||The main goal of this dissertation was to investigate the effect of seasonality and transport route on chemical characteristics and marks of East Asian dust storms in ambient particulate matter. In first part, this study investigated seasonal variations and transport route in PM2.5 and PM2.5-10 associated metallic elements in the western coastal area of southern Taiwan. Particle sampling was conducted from March 2009 to February 2010. Sixteen metallic elements in PM2.5 and PM2.5-10 were determined by ICP and ICP-MS. Multiple approaches, backward trajectory analysis, enrichment factor (EFc), and principal component analysis (PCA), were used to identify the potential sources of the metallic elements. The annual mean concentrations of PM2.5 and PM2.5-10 were 34.9±20.6 and 20.8±11.3 μg m-3, respectively. Analysis of the temporal distribution revealed seasonal peaks for most of the trace elements in PM2.5 and PM2.5-10 during winter season and the major elements in PM2.5-10 during the autumn season. EFc results confirmed that the main contributors of Cu, As, Zn, Pb, Cd, and Se were anthropogenic sources in PM2.5 and PM2.5-10. PCA identified traffic emissions, coal, and heavy oil combustion from both local and neighboring areas, as the major anthropogenic sourcesin the sampling site. With backward trajectory analysis, northeast monsoon (winter) originated from China demonstrated different chemical characteristics from those of southwest monsoon (summer) from the Southeast Asian countries. It is noted that even in the same season, route-dependent effects of long-range transport in metallic concentrations and total excess cancer risk (ECR) of health-related metals were observed.|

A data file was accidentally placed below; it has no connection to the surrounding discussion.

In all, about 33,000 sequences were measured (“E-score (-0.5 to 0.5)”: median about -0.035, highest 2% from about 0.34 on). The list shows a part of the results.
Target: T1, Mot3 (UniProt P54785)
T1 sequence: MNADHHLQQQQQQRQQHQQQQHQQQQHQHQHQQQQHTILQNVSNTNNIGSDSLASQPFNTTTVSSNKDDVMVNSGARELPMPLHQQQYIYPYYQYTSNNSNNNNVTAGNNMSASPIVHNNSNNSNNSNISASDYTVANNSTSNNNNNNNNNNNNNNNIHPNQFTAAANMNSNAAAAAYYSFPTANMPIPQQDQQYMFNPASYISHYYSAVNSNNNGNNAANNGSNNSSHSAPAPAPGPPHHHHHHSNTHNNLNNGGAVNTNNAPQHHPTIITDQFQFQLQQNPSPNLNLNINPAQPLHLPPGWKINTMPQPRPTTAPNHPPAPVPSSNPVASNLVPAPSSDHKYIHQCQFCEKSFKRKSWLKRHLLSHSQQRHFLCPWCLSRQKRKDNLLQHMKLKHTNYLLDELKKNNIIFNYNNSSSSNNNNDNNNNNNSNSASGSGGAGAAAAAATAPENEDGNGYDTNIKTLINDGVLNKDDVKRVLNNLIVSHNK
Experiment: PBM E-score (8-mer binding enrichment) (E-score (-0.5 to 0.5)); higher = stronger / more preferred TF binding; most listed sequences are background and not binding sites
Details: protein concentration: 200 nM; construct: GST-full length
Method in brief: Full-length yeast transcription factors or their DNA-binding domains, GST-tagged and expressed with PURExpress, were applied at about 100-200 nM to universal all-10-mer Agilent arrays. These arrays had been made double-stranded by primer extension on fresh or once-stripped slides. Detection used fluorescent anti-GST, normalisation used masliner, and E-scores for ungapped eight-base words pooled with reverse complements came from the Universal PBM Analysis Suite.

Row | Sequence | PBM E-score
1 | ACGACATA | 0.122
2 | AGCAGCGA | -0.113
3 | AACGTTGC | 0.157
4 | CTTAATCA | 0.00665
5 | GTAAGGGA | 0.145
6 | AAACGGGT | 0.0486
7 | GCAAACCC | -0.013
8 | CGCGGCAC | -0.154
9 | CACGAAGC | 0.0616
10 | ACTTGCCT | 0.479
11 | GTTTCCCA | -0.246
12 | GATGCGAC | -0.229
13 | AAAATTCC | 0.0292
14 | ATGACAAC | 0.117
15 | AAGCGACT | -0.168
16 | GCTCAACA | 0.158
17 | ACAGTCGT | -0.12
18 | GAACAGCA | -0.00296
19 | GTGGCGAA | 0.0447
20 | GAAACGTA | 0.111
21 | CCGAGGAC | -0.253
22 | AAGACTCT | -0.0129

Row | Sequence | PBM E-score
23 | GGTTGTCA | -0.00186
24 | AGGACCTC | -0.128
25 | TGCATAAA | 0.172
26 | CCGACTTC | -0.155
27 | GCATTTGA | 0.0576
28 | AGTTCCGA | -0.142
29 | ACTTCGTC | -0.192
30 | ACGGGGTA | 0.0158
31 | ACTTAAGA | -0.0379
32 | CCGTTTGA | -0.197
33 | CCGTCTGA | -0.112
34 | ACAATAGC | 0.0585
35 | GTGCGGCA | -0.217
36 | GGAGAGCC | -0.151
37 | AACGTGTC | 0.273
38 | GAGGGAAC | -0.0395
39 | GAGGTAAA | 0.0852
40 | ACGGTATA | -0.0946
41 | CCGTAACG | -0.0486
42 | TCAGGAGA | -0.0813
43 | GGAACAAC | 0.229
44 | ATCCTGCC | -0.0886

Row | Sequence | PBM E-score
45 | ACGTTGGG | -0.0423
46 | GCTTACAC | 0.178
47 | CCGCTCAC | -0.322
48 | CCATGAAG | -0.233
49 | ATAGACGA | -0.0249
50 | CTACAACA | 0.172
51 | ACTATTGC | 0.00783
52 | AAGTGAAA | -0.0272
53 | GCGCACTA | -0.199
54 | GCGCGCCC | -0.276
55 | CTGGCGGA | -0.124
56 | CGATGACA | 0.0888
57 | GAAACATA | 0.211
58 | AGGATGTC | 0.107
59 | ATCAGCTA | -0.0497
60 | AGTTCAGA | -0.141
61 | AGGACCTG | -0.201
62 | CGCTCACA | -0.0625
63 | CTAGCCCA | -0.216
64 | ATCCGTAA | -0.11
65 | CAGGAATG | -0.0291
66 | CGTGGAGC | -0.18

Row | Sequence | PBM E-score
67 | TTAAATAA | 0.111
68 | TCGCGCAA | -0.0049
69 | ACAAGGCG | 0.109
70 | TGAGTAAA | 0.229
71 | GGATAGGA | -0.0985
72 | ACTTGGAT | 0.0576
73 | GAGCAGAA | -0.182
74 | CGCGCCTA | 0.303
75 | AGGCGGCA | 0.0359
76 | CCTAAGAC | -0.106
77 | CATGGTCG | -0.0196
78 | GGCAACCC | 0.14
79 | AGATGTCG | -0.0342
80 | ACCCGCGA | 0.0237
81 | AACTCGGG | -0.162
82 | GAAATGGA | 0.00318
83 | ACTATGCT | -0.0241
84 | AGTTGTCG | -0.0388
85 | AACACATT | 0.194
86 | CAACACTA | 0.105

In the mark study of East Asian dust storms, the variationsin particulate matter (PM) and in eighteen metallic elements in four different particle sizes in the air of southern Taiwan were investigated from February to March 2010. The variation inmean mass concentrations of PM2.5, PM2.5-10, PM10, and TSP between Asian dust storm (ADS) and non-dust storm (NDS) periods suggested that the dominant fractions were PM2.5-10 and PM2.5, respectively. The obvious differences in metallic element concentrations between ADS and NDS periods suggested that crustal elements (Fe, Mg, Sr, Co, Ba and Mn) can be used as dust storm indicators, in addition to Ca and Al. Both mass fractions and metallic concentration ratios indicated that the PM2.5-10 fraction can distinguish between ADS and NDS periods. An enrichment factor (EFc) demonstrated that most anthropogenic elements were significantly lower in ADS periods than in NDS periods. The EFc values for anthropogenic elements in coarse particles may be used as indicators of dust storm invasion as well. An association was found between the extent of dust storm effects on receptors and the residence time (duration) of the event, in addition to the transport pathway.